Your team’s best player not necessarily always makes the best captain. India have seen this and experienced it first-hand, South Africa too have experienced this in the past. Recently, Chennai Super Kings experienced this and now the Three Lions are too experiencing it.
Jos Buttler’s stocks in the white-ball format have skyrocketed and for a valid reason but that doesn’t always guarantee that he is going to be a great skipper. But to add to Buttler’s misery, several players were either rested, injured, which made his task tougher.
England – one of the dominant white-ball forces – just succumbed this summer, showing their vulnerability against two powerhouses, in the form of India and South Africa. And Buttler’s reign as a skipper has started off in the worst way possible. Their downfall - started with the bowling.
Granted England missed a plethora of their first-choice options, in Chris Woakes, Jofra Archer, Mark Wood but their performances were blowing rather hot and cold, more cold than hot. The Three Lions, in the shortest format, were merely just a shadow to the visiting bowling units.
Struggle in the shortest format
India, in their three clashes, conceded runs at just 8.6 RPO, averaging 17.9, picking up 27 wickets, at an average of nine per wicket. South Africa, on the other hand, picked up 26 wickets, averaging just 18.6, conceding at 9.1 RPO. England, across both the series, averaged 28.2, conceded 9.6 RPO, showing where they went wrong.
England’s bowling has been one of their weakness since some time now. In T20Is since 2021, the Three Lions have the second worst bowling average in the shortest format, at 25, with the joint worst-economy rate in world cricket. The English bowlers also concede a boundary much quicker than any other team, in the same time frame.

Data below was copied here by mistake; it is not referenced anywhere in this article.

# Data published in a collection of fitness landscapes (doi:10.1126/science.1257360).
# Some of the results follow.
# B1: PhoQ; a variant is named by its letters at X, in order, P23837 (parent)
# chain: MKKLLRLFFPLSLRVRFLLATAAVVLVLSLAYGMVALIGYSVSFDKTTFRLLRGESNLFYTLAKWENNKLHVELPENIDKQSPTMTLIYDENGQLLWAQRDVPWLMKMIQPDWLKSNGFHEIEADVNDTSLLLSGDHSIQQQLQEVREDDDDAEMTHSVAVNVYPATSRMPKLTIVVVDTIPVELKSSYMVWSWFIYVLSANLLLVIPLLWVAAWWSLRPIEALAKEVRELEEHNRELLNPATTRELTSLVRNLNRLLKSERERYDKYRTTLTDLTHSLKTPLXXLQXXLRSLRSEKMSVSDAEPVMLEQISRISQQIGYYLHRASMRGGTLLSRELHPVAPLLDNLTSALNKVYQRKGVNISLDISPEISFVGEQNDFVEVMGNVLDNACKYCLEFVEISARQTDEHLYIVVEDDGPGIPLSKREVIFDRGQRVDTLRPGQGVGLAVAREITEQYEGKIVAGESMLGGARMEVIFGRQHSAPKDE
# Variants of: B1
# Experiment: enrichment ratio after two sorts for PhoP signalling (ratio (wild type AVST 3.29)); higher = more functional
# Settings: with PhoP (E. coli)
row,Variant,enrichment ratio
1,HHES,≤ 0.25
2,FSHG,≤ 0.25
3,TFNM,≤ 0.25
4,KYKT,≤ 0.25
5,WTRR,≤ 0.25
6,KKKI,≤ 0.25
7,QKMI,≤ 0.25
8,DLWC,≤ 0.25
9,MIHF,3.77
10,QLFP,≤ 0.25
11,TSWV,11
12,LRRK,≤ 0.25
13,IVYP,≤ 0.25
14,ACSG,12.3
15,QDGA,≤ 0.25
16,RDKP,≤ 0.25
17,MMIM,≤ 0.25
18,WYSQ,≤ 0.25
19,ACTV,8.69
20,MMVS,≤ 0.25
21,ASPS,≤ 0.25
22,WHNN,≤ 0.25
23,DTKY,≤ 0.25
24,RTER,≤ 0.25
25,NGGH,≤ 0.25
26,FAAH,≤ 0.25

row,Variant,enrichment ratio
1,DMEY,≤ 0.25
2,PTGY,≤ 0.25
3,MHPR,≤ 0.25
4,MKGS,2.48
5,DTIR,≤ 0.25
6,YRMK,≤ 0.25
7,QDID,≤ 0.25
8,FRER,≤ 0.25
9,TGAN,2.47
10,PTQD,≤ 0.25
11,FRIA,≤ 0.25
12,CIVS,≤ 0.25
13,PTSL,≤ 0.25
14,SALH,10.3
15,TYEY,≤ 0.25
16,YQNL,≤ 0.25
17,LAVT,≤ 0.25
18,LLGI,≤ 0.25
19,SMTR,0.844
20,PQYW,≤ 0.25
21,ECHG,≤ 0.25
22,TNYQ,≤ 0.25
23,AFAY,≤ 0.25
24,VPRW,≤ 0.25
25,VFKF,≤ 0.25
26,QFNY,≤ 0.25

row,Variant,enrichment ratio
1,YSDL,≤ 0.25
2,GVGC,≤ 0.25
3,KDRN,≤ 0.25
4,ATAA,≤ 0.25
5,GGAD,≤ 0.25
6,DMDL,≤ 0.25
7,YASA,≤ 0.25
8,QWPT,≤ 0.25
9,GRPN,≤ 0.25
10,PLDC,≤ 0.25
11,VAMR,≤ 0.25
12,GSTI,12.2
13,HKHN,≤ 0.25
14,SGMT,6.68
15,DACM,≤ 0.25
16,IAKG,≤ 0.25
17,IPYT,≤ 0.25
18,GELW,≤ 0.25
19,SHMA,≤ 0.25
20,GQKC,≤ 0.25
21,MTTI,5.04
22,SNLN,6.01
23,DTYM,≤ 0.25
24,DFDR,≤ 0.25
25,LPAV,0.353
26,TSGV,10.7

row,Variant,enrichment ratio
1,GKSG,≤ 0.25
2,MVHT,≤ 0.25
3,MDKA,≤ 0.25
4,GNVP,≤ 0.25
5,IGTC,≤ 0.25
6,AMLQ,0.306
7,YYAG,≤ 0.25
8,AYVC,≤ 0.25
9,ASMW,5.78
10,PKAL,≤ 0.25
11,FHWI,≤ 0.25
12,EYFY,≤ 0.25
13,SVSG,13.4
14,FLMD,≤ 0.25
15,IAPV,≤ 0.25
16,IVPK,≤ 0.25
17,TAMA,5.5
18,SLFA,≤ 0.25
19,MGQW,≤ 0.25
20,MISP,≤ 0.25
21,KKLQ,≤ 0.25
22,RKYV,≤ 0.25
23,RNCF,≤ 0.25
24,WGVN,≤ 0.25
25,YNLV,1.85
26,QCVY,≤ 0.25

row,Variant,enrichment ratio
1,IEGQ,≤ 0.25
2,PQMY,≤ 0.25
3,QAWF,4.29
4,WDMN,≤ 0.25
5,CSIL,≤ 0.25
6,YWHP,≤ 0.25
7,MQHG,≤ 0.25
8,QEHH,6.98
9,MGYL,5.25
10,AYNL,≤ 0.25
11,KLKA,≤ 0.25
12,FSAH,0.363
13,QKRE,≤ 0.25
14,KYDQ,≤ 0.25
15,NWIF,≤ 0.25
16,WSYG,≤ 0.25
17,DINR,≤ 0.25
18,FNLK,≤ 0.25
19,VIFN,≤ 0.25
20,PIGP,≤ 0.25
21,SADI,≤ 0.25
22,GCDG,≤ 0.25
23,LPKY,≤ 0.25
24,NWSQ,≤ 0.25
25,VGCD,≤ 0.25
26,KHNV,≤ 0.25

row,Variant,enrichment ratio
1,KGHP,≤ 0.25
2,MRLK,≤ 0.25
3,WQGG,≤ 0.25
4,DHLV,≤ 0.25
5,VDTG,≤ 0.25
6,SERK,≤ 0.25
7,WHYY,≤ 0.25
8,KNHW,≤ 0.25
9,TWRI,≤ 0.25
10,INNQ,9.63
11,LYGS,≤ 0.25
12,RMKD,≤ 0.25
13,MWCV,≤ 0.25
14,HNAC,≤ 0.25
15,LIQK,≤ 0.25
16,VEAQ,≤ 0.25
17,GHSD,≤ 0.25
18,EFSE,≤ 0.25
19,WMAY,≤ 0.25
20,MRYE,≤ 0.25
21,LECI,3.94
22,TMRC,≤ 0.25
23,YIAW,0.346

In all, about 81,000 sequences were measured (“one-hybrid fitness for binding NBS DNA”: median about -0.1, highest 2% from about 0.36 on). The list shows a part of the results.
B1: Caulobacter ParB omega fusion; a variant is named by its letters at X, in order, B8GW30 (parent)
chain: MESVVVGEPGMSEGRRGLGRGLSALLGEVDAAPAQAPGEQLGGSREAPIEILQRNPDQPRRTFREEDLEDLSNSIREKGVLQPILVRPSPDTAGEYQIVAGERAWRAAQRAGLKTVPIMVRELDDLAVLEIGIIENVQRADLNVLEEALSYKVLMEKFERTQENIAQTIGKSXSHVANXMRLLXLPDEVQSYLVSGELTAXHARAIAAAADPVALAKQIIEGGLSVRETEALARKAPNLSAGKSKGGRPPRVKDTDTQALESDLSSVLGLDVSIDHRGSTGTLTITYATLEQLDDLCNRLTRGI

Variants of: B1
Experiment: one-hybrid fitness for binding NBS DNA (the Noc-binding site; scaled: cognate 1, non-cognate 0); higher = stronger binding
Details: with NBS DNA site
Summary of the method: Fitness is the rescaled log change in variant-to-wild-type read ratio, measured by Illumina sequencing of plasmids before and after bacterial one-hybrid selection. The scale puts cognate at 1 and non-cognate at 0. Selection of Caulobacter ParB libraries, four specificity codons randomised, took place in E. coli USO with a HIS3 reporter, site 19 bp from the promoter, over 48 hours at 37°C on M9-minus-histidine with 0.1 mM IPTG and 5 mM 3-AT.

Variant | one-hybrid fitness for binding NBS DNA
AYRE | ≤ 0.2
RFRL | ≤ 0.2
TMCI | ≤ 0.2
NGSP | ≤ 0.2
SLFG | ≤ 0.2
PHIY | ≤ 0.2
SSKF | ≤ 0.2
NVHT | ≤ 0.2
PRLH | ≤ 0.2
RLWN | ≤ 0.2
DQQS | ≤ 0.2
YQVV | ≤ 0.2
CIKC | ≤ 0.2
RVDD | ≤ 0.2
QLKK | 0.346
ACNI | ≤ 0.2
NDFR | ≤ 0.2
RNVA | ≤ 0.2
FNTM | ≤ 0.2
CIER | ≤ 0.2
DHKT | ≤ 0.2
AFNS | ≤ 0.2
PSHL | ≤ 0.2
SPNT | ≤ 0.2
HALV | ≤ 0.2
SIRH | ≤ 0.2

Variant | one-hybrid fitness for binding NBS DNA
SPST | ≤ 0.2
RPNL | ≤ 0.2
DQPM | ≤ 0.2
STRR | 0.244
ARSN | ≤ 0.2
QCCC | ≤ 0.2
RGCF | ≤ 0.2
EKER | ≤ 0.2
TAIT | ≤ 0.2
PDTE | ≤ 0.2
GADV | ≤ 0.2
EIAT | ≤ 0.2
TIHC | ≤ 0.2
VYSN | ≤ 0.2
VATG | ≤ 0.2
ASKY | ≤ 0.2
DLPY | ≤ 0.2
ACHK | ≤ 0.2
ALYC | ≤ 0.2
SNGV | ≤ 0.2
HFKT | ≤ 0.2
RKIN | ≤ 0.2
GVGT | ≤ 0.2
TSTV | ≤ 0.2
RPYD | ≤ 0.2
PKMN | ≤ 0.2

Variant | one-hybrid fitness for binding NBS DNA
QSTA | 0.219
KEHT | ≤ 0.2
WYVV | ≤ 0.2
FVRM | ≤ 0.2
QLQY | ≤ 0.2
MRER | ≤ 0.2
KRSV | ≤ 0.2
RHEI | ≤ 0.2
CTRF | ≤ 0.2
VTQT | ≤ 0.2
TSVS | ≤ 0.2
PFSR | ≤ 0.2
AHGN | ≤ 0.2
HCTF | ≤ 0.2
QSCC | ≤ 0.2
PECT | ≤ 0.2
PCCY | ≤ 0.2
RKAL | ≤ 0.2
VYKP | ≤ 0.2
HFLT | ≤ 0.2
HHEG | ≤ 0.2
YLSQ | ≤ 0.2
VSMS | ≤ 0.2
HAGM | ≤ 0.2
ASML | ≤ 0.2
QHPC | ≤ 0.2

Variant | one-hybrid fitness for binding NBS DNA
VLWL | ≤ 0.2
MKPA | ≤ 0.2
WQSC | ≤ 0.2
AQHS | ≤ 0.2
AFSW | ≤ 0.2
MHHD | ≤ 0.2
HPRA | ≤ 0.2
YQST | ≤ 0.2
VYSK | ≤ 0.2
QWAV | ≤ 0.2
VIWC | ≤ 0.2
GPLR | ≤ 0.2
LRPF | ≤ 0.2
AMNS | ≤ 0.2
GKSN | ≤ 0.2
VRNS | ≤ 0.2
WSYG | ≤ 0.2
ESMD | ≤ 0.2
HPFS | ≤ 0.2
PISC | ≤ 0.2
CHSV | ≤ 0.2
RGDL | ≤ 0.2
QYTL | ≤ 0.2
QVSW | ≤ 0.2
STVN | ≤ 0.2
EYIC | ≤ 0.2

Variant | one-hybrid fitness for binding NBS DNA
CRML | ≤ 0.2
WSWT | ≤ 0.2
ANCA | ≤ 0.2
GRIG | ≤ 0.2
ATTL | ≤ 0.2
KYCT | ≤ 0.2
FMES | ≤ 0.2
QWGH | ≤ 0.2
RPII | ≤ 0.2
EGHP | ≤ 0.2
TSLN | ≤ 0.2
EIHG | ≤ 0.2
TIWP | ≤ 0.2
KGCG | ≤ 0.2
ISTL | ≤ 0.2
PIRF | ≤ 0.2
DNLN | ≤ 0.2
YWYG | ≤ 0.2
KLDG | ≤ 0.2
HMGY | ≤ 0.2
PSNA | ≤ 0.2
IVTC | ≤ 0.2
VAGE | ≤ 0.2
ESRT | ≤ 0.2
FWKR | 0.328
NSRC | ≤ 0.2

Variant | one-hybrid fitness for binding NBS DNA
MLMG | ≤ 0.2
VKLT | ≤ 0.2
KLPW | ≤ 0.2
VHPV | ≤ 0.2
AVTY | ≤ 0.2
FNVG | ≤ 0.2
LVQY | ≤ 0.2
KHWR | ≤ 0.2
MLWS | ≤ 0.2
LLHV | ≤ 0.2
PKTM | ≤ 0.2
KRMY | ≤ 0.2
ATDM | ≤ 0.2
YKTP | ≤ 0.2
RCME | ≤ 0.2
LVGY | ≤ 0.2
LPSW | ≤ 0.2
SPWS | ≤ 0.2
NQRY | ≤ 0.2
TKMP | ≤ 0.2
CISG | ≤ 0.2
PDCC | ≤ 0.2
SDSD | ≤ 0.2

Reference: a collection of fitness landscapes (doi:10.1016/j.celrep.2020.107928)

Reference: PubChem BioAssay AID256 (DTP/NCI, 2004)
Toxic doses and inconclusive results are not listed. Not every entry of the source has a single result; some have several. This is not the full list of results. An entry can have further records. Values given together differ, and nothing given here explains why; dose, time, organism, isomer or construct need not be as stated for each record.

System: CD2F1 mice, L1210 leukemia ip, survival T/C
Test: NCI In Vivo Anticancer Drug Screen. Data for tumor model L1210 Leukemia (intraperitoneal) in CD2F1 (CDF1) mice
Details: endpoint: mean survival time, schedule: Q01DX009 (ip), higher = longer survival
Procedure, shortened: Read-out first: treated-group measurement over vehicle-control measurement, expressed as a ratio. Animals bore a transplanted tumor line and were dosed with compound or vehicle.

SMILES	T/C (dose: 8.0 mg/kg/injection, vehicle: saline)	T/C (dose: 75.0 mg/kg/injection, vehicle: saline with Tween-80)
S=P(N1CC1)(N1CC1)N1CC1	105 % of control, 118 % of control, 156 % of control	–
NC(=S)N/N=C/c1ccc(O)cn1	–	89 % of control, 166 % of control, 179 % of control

In the last two years, the Three Lions have been hurt in two phases of the innings – the middle-overs and the death. In overs 7-15, England average 28.2 with the ball, only behind West Indies. It is that phase where they were hurt the most in both the series, averaging 44.3 at an economy rate of 9.8.
England first-hand found out that the likes of Liam Livingstone, David Willey, Tymal Mills aren’t the most effective options in the middle. Combine that with Moeen Ali and Adil Rashid’s battering, the Three Lions had the perfect recipe for disaster.
Sam Curran and Reece Topley too were rendered useless in the same phase, giving England a major headache. If at all, England want to wipe their slates clean across formats – who do they look to?
England’s search for fast and furious?
From the English domestic scene, there are more than handy options that England could use during those phases of the innings. One such player, who stands out both in the middle-overs and the death, like Harshal Patel for India, is Benny Howell.
Across 12 games in that middle phase of the innings, the right-arm seamer has picked up 12 wickets, averaging just 24.5, conceding runs at 7.7. What will play into Howell’s hands are the long boundaries in play in Australia, which will force the batters to take the risk. His unique action coupled with a plethora of slower deliveries could very well make him a starter. England do have plenty of games before the showpiece event, presenting the management a perfect opportunity to test Howell out.